Sixth Sunday of Ordinary Time – February 17, 2019
Saint Margaret Mary – Wichita, KS
Jeremiah 17:5-8; Psalm 1:1-5, 6; 1 Corinthians 15:12, 16-20; Luke 6:17, 20-26
As we look through our readings today, we see that there are only two paths. Trust in God or trust in men and in ourselves. The Lord’s way or my way. Faith in the resurrection or faith that this is all there is. And I don’t intend to sound mean. But we do have to be honest with ourselves because if you never really ask yourself the question, if you never really know the answer, how do you move forward? So ask yourself, and be honest: do I place all of my trust in God, or do I really place my trust in men and in myself? Do I follow the way of the Lord, his beatitudes which we heard in the Gospel, or do I follow my own way, the way of “woe” in the Gospel? Do I have faith that Christ truly rose from the dead, or do I believe that this is all there is and I only live once? In other words, does your faith, the faith that you profess—does your faith give definitive direction and meaning to your life? If not, why not?
I have used this example before, but it is worth repeating. There are two types of games: finite games and infinite games. A finite game is a game in which there are known players, fixed rules, and a clear and agreed-upon objective. Take basketball for example. There are known players: five players on each side. There are fixed rules with a team of officials to enforce the rules. And there is an arbitrary, but clear and agreed-upon objective: the team with the most points after time runs out is the winner. That’s a finite game: players, rules, objective, winner and loser.
But an infinite game, an infinite game is one in which there are known and unknown players, where the rules are changeable and not always clearly defined, and where the objective is to perpetuate the game, to never stop. Yes, there are certain rules, but the infinite game involves a radical openness, a radical embrace of the unpredictable. For example, in your relationship with your spouse, there isn’t a winner or a loser. That’s not how relationships work. The “objective” of that relationship isn’t to “win.” The objective is to perpetuate the game, to love one another until death do you part. You would never say, “I won my marriage!” No, that’s stupid. But in a good marriage, in any good relationship based in love, each and every day you wake up and find your life determined by the other, by your love for them. Everything in your life is determined by them because you love them. And you never want that to end, never.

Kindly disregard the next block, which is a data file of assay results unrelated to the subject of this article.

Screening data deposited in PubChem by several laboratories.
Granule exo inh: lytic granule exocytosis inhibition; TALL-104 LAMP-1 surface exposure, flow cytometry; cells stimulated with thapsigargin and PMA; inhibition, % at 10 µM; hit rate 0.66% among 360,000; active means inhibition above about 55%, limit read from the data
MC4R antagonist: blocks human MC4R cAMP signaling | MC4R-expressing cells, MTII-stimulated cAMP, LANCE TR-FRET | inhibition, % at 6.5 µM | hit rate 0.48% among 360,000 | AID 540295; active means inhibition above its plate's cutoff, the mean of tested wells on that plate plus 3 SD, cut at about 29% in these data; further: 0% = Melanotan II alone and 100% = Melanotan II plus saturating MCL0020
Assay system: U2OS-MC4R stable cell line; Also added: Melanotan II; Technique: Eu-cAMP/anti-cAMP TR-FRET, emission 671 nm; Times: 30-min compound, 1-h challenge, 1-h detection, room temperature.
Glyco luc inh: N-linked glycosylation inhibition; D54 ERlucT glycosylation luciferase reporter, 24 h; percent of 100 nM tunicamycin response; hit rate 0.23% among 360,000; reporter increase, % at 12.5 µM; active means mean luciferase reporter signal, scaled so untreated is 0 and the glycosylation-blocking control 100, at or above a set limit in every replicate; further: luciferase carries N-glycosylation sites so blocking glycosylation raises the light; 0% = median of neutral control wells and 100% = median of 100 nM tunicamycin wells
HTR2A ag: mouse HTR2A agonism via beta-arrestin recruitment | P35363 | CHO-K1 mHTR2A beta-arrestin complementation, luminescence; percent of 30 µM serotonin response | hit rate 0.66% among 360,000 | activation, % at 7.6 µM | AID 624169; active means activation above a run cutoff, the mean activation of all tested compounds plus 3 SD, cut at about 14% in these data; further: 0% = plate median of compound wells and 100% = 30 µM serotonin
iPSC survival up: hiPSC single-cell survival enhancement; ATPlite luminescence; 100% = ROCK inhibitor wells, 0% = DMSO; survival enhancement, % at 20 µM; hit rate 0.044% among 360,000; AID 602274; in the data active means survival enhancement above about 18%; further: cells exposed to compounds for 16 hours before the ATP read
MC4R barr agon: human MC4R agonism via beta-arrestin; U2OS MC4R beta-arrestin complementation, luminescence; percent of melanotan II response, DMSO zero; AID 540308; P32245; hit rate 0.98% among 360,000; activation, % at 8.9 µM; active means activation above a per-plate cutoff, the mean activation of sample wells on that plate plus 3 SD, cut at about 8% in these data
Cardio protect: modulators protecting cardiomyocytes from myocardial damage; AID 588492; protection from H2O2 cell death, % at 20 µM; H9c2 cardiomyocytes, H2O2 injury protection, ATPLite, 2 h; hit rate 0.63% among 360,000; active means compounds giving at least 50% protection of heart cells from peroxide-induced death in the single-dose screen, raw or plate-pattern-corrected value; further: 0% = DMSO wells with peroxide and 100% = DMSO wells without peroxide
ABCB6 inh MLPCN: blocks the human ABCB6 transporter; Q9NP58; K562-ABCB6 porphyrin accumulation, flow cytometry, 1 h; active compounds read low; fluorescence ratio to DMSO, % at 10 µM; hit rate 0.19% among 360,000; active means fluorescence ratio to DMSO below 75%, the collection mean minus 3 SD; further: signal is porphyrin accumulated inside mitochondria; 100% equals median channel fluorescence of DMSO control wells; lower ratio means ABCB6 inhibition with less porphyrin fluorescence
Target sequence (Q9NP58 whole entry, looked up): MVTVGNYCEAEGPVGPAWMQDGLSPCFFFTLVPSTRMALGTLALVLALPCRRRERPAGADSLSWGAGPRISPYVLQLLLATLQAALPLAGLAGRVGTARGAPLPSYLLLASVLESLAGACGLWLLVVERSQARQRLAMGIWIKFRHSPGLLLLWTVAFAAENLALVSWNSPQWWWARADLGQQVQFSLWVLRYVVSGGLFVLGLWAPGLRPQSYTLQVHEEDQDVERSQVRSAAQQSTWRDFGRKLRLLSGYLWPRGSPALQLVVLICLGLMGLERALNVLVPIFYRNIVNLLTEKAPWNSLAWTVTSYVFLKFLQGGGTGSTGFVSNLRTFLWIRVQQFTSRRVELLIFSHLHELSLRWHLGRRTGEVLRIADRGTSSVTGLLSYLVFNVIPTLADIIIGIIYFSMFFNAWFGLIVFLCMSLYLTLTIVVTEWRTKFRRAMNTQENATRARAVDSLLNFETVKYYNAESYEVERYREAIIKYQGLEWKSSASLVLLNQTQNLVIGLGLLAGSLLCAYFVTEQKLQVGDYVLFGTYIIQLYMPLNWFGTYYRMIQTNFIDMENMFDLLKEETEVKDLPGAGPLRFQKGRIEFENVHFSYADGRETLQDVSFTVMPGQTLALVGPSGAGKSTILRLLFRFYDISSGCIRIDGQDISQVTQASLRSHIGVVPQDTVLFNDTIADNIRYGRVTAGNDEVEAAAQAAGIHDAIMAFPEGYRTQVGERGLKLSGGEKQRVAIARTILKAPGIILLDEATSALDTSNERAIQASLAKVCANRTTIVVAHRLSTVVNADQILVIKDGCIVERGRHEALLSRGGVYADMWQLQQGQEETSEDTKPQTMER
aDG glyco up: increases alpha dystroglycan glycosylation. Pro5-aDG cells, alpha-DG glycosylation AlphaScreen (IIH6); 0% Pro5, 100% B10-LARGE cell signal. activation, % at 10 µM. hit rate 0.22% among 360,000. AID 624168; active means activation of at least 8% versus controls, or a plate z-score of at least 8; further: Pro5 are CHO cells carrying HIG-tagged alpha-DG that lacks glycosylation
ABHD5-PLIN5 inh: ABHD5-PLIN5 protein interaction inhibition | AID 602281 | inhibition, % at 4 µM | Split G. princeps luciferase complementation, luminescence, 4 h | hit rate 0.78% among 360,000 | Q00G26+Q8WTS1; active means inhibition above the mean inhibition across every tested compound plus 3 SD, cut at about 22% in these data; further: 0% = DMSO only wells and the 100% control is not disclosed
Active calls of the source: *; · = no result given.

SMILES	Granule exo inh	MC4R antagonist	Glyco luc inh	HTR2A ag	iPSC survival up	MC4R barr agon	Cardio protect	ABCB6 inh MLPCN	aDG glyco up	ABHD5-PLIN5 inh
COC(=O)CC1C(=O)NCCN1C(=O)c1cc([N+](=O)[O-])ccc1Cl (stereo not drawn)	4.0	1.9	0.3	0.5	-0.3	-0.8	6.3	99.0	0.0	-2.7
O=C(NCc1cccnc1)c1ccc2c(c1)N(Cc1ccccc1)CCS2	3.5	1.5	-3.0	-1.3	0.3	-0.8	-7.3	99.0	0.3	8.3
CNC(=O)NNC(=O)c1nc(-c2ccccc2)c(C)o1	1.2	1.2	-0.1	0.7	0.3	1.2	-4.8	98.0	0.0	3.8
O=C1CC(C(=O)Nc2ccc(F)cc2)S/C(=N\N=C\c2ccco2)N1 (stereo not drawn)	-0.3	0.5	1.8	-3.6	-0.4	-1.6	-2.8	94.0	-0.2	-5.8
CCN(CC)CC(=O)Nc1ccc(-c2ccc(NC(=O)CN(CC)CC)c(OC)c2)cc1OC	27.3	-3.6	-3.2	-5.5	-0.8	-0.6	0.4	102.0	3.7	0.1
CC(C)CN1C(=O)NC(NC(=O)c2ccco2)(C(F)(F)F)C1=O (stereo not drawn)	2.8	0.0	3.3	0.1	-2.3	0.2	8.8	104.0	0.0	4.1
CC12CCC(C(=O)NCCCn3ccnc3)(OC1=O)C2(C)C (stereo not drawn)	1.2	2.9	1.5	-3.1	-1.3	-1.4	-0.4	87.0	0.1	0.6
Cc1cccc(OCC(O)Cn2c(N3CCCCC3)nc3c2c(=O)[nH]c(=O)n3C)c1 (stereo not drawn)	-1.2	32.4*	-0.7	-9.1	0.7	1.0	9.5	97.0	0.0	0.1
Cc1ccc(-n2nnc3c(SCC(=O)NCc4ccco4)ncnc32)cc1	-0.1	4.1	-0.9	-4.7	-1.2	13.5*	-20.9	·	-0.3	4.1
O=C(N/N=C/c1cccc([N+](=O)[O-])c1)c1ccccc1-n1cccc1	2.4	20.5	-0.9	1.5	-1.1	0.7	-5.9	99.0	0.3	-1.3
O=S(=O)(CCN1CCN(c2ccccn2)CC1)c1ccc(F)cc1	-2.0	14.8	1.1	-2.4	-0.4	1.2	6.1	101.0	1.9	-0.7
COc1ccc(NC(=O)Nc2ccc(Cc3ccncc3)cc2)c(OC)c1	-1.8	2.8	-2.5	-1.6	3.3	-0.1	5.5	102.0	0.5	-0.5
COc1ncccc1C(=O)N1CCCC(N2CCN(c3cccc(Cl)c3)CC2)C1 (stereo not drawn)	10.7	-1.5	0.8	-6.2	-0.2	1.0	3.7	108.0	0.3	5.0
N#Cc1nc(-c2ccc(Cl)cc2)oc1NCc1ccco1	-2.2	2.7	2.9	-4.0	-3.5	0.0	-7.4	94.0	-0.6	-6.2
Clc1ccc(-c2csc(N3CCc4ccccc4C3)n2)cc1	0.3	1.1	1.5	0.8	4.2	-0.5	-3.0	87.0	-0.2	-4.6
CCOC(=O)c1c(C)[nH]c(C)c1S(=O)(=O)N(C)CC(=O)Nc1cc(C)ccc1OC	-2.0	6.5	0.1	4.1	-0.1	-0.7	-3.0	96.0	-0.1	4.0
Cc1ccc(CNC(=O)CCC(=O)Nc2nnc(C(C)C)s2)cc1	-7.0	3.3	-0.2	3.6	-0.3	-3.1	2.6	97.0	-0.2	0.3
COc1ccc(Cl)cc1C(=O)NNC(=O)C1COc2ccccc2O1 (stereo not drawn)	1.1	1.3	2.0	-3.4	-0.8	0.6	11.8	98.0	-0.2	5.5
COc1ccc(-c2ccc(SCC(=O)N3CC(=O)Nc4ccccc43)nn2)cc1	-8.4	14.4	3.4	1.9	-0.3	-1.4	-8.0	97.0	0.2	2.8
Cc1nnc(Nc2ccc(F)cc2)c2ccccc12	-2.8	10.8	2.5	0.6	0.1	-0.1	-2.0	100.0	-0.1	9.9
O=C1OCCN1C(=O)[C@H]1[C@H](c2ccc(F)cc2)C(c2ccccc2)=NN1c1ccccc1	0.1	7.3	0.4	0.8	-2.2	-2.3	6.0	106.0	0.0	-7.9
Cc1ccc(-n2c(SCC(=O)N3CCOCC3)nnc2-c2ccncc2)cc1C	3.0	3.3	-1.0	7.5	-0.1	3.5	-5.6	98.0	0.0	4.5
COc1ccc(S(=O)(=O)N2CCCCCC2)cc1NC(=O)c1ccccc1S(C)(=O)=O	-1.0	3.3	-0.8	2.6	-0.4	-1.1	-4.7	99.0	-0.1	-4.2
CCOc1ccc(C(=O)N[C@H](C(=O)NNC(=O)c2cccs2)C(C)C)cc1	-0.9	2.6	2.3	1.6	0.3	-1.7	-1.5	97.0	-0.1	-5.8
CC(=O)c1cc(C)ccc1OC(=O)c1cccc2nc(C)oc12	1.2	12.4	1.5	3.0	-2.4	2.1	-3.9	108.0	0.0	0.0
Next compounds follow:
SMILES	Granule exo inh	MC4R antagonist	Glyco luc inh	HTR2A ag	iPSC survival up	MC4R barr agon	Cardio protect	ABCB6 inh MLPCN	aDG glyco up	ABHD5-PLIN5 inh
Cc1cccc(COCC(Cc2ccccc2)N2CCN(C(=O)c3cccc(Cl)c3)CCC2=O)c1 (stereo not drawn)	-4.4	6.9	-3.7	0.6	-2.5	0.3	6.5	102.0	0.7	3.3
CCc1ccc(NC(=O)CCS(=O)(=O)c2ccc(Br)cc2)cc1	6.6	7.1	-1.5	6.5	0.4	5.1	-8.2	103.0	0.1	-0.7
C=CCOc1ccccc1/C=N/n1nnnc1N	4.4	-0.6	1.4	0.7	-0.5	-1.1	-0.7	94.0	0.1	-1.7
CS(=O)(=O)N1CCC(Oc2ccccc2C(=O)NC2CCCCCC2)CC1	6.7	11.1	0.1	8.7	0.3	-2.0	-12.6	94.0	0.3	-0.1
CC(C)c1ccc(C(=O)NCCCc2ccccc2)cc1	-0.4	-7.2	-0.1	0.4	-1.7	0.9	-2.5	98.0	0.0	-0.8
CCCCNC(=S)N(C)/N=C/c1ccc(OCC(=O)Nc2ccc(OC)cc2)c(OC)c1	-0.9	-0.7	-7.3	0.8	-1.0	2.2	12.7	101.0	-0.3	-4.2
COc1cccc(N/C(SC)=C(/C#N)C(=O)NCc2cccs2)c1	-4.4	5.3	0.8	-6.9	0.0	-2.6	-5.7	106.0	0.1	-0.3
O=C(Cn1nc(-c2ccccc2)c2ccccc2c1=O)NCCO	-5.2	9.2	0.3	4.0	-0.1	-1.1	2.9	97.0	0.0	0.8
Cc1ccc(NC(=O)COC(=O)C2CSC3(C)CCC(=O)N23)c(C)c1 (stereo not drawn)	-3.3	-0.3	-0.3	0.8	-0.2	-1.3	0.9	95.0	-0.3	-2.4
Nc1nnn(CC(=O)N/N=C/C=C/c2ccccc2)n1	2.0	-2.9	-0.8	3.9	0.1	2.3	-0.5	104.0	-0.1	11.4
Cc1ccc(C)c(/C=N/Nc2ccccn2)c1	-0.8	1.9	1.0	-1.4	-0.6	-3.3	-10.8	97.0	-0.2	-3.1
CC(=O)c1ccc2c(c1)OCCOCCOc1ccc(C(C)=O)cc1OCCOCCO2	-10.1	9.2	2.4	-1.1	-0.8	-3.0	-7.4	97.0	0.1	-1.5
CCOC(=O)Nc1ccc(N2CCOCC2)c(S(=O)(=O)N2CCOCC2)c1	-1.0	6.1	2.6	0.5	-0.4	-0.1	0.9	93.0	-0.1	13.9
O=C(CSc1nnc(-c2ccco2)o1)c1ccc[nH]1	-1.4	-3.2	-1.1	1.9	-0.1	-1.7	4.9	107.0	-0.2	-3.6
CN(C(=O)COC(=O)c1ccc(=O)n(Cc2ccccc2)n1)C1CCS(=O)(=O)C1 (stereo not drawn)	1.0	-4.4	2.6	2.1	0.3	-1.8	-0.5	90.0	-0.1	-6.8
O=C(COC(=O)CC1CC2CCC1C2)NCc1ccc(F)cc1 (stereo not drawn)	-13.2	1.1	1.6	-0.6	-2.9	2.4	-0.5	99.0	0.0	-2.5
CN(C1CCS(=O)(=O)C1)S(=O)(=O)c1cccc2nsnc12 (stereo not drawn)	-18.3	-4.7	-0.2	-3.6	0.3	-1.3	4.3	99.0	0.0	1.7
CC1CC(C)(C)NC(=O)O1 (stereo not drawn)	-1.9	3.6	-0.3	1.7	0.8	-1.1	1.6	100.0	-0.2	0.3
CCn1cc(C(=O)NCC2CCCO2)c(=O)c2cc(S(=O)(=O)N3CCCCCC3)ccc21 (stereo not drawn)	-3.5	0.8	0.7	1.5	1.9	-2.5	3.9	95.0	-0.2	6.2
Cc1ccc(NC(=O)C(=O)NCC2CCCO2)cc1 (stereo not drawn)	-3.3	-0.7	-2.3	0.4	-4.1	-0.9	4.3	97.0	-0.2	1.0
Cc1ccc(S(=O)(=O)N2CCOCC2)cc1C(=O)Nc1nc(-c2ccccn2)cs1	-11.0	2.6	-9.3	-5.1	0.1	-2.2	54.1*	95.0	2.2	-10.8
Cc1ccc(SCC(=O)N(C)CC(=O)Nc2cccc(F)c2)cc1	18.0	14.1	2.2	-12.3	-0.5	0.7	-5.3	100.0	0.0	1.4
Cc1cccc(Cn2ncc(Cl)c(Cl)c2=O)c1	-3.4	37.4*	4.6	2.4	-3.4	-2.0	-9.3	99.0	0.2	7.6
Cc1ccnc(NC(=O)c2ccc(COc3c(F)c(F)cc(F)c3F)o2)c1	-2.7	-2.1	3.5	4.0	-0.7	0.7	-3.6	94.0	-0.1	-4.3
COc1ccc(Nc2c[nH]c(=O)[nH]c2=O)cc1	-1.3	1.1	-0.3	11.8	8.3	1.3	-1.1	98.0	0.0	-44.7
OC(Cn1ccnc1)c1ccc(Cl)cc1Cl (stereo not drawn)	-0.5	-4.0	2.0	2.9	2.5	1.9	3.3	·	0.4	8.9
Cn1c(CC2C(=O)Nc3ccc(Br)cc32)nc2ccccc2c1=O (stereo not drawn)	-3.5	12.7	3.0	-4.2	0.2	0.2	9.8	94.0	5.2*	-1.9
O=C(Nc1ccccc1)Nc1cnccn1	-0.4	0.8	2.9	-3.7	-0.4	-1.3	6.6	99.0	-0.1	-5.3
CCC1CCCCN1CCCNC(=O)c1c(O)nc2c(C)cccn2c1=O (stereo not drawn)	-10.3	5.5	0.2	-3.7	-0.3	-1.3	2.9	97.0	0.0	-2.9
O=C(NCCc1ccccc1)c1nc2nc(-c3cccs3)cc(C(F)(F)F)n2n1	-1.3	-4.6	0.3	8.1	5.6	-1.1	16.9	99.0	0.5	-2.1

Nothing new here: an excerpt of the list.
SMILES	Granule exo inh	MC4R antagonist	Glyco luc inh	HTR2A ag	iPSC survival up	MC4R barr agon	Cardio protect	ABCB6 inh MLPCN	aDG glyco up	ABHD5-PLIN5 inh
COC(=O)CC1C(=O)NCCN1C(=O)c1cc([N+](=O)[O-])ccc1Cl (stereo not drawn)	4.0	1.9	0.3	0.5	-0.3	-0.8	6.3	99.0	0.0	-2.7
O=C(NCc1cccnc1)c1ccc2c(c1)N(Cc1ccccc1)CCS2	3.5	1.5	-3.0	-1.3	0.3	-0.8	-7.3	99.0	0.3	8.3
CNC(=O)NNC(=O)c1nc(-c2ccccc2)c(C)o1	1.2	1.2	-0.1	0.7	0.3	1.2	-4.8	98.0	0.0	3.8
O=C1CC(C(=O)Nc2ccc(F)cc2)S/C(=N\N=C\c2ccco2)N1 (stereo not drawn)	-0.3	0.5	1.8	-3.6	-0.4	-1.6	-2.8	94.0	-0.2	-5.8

So often we can live our lives as if they were finite. There are the players: me, myself, and I. There are the rules we make for ourselves: “I’ll do this, but I am not going to do that.” And there is a clear, but arbitrarily established objective: “I’ll only be happy if this, this, and this happen.”
So often, we can think of our faith like this. We “play” our faith like any other of our finite games. There are known players: me and God. There are fixed rules: go to mass, pray the rosary, fast on Fridays, follow the Ten Commandments. And there is a clear and agreed-upon objective: when time runs out, when you die, you get to go in one of two directions.
What is my point? My point is this: trust in men and ourselves, living life according to our own rules and our own standards, believing that this is all there is and eventually time will run out and that will be it—this way of living is incredibly finite and leads to nothing.
I have shared many times about how all I wanted in life were a few things: to be a doctor, to get married, to have a family. That’s all I wanted. And those are not bad! But, they were the plans I made because I trusted only in myself. They were my standards for a good life and happiness. They were my beliefs that this life is all there is, so I better do what I want to do while I can do it. I was living my life as if it were finite, as if one day it would all come to an end.
And for the longest time, I couldn’t understand why doing everything I wanted to do wasn’t making me happy. I couldn’t understand. There I was studying, working hard, chasing the goals I had, but never feeling truly happy, always feeling like there was something missing, always feeling like I could be so much happier and more fulfilled in life. Even when I had the good grades, and the beautiful girl, and everything, even then, I couldn’t figure out why life felt so dry and boring.
But then one day the Lord smacked me in the face, and I decided to try something new: I decided to give my life to the Lord, to place my life in his hands, to ask, “Lord, what is your plan for me? What is the way you want me to walk?” And when I trusted in his plan, when I followed his way, when I truly began to believe in the resurrection and all that it entails, then life opened up, life became charged with meaning and life and joy and happiness.
Life is not finite. No, life is eternal, it is infinite, and eternal life starts now! The Lord has laid out a plan before you, a way to walk, and it is a way which leads only to happiness and fulfillment and joy. The Lord does not ask us to walk a path that makes us miserable. The way of the Lord is not easy, but the best things in life never are. Remember the wisdom of St. Paul: “If for this life only we have hoped in Christ, we are the most pitiable of all. But now Christ has been raised from the dead.” Christ rose from the dead, and that changes everything.